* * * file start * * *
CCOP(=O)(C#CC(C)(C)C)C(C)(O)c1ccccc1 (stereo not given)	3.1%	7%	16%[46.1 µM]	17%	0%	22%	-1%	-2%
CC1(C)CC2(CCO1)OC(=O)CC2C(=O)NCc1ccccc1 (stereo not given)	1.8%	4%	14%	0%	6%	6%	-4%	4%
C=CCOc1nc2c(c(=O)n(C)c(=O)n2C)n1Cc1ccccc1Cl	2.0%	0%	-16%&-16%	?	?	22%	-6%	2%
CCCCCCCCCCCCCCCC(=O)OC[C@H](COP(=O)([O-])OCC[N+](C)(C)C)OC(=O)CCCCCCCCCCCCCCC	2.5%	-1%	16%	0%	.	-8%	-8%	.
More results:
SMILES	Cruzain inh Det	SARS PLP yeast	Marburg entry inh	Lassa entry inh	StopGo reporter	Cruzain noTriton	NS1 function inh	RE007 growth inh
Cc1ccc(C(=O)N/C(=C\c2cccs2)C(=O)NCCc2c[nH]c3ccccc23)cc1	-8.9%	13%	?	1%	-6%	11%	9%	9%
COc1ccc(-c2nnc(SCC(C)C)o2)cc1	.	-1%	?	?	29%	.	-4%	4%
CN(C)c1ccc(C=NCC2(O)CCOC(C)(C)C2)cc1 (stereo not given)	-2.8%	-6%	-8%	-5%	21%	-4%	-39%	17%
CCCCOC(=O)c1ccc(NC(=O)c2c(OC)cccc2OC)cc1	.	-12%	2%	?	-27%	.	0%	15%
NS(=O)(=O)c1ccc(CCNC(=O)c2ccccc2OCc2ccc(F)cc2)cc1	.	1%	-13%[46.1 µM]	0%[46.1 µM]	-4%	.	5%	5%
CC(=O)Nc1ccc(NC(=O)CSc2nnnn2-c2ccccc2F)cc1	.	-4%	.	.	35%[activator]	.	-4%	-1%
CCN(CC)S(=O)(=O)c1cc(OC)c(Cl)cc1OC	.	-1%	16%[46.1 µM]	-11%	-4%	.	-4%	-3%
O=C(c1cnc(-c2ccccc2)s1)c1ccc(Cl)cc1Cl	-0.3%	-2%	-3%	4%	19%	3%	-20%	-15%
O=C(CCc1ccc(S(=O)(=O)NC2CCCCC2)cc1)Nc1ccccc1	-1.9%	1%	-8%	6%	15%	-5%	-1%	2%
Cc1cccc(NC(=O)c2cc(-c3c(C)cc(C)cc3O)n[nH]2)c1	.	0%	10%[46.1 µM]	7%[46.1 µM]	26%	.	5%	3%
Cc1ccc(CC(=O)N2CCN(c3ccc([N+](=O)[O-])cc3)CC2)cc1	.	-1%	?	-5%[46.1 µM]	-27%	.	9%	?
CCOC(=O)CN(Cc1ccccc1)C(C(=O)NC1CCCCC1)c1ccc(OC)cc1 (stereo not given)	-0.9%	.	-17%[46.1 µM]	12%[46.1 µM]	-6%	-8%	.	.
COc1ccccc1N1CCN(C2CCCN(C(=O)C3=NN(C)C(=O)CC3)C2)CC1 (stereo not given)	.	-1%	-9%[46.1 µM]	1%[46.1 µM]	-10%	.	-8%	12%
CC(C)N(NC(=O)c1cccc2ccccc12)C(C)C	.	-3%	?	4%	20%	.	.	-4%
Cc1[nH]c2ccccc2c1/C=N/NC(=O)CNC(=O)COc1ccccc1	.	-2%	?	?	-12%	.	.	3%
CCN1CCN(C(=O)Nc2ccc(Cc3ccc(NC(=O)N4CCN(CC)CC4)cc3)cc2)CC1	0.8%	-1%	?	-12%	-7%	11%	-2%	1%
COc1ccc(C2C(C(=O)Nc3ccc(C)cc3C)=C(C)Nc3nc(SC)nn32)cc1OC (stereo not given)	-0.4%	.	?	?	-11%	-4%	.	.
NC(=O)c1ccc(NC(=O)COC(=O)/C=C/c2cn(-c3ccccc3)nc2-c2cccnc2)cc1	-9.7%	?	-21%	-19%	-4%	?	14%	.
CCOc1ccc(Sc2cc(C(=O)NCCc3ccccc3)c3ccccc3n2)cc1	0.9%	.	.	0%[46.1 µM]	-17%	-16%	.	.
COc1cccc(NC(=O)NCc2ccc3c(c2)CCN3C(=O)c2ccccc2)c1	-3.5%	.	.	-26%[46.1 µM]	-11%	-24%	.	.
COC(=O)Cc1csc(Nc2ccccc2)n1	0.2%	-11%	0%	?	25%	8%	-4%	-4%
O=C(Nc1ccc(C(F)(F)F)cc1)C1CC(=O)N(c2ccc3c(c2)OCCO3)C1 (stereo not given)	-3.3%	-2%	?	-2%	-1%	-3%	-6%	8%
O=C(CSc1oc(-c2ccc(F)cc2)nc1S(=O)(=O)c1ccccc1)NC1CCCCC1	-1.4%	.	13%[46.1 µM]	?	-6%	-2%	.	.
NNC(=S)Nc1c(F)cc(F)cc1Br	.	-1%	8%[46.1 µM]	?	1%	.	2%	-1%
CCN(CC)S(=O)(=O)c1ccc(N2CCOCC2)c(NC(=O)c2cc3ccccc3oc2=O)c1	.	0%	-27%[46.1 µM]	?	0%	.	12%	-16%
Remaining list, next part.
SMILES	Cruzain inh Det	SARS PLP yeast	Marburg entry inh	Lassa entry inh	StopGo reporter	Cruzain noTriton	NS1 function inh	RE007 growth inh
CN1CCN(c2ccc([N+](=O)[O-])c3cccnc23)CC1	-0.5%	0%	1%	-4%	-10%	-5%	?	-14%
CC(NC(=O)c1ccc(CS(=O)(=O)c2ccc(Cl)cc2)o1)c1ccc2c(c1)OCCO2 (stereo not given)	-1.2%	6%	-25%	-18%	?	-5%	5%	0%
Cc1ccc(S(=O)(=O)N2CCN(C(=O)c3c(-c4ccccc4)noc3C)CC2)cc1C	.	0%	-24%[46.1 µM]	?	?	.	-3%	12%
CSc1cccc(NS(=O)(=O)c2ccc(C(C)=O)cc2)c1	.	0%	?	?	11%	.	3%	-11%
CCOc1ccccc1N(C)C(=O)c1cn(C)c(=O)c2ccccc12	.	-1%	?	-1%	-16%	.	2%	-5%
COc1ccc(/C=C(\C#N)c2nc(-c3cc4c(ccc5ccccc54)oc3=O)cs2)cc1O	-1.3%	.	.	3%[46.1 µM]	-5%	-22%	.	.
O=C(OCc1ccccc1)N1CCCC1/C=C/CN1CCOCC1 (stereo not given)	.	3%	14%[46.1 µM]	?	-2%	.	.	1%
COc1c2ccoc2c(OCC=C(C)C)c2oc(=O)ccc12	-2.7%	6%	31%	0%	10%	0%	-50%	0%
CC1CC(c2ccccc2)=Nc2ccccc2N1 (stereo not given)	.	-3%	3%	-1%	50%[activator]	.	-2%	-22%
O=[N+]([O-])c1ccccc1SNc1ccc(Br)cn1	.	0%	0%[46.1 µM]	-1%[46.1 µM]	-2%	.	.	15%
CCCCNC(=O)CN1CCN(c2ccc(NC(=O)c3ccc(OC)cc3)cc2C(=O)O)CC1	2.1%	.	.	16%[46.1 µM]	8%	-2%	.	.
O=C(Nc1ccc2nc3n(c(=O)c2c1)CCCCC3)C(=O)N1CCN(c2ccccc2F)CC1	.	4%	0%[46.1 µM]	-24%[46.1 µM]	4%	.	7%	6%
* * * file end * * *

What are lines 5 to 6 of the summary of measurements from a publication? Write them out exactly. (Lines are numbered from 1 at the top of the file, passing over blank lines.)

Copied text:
More results:
SMILES	Cruzain inh Det	SARS PLP yeast	Marburg entry inh	Lassa entry inh	StopGo reporter	Cruzain noTriton	NS1 function inh	RE007 growth inh